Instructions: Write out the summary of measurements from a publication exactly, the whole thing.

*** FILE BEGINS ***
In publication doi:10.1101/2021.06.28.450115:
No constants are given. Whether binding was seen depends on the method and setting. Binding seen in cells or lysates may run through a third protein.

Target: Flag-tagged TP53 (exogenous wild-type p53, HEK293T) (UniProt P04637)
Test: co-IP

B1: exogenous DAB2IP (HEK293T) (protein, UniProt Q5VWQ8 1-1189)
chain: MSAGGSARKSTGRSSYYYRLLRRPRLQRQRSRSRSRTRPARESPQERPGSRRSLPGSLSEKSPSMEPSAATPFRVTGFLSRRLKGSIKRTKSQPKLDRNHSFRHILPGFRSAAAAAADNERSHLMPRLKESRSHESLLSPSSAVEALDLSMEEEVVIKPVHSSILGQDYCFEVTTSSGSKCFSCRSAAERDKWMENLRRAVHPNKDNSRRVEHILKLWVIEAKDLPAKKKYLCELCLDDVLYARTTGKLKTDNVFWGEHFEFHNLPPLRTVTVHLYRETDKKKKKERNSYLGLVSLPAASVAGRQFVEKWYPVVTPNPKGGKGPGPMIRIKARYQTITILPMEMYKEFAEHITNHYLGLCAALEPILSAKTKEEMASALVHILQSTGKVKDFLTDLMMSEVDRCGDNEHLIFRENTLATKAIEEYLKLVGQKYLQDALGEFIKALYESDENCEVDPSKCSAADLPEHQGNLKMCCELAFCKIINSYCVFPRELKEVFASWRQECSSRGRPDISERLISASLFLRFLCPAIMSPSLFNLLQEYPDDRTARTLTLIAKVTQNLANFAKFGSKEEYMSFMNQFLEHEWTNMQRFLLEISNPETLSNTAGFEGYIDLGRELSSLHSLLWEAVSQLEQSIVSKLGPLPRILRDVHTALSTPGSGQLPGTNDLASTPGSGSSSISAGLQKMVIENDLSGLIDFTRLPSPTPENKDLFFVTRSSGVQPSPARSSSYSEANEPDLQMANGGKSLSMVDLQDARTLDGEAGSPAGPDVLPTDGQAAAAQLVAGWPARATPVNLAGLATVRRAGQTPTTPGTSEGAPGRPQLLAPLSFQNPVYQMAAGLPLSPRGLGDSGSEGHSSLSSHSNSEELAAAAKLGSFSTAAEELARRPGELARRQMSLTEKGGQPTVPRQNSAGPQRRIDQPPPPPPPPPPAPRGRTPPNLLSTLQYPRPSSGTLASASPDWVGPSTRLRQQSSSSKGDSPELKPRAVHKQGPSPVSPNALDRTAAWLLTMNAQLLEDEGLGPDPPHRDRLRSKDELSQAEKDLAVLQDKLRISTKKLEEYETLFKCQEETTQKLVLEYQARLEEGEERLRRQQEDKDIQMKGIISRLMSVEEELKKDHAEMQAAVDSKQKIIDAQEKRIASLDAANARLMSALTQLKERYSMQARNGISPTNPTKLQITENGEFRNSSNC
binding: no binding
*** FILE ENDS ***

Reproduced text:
In publication doi:10.1101/2021.06.28.450115:
No constants are given. Whether binding was seen depends on the method and setting. Binding seen in cells or lysates may run through a third protein.

Target: Flag-tagged TP53 (exogenous wild-type p53, HEK293T) (UniProt P04637)
Test: co-IP

B1: exogenous DAB2IP (HEK293T) (protein, UniProt Q5VWQ8 1-1189)
chain: MSAGGSARKSTGRSSYYYRLLRRPRLQRQRSRSRSRTRPARESPQERPGSRRSLPGSLSEKSPSMEPSAATPFRVTGFLSRRLKGSIKRTKSQPKLDRNHSFRHILPGFRSAAAAAADNERSHLMPRLKESRSHESLLSPSSAVEALDLSMEEEVVIKPVHSSILGQDYCFEVTTSSGSKCFSCRSAAERDKWMENLRRAVHPNKDNSRRVEHILKLWVIEAKDLPAKKKYLCELCLDDVLYARTTGKLKTDNVFWGEHFEFHNLPPLRTVTVHLYRETDKKKKKERNSYLGLVSLPAASVAGRQFVEKWYPVVTPNPKGGKGPGPMIRIKARYQTITILPMEMYKEFAEHITNHYLGLCAALEPILSAKTKEEMASALVHILQSTGKVKDFLTDLMMSEVDRCGDNEHLIFRENTLATKAIEEYLKLVGQKYLQDALGEFIKALYESDENCEVDPSKCSAADLPEHQGNLKMCCELAFCKIINSYCVFPRELKEVFASWRQECSSRGRPDISERLISASLFLRFLCPAIMSPSLFNLLQEYPDDRTARTLTLIAKVTQNLANFAKFGSKEEYMSFMNQFLEHEWTNMQRFLLEISNPETLSNTAGFEGYIDLGRELSSLHSLLWEAVSQLEQSIVSKLGPLPRILRDVHTALSTPGSGQLPGTNDLASTPGSGSSSISAGLQKMVIENDLSGLIDFTRLPSPTPENKDLFFVTRSSGVQPSPARSSSYSEANEPDLQMANGGKSLSMVDLQDARTLDGEAGSPAGPDVLPTDGQAAAAQLVAGWPARATPVNLAGLATVRRAGQTPTTPGTSEGAPGRPQLLAPLSFQNPVYQMAAGLPLSPRGLGDSGSEGHSSLSSHSNSEELAAAAKLGSFSTAAEELARRPGELARRQMSLTEKGGQPTVPRQNSAGPQRRIDQPPPPPPPPPPAPRGRTPPNLLSTLQYPRPSSGTLASASPDWVGPSTRLRQQSSSSKGDSPELKPRAVHKQGPSPVSPNALDRTAAWLLTMNAQLLEDEGLGPDPPHRDRLRSKDELSQAEKDLAVLQDKLRISTKKLEEYETLFKCQEETTQKLVLEYQARLEEGEERLRRQQEDKDIQMKGIISRLMSVEEELKKDHAEMQAAVDSKQKIIDAQEKRIASLDAANARLMSALTQLKERYSMQARNGISPTNPTKLQITENGEFRNSSNC
binding: no binding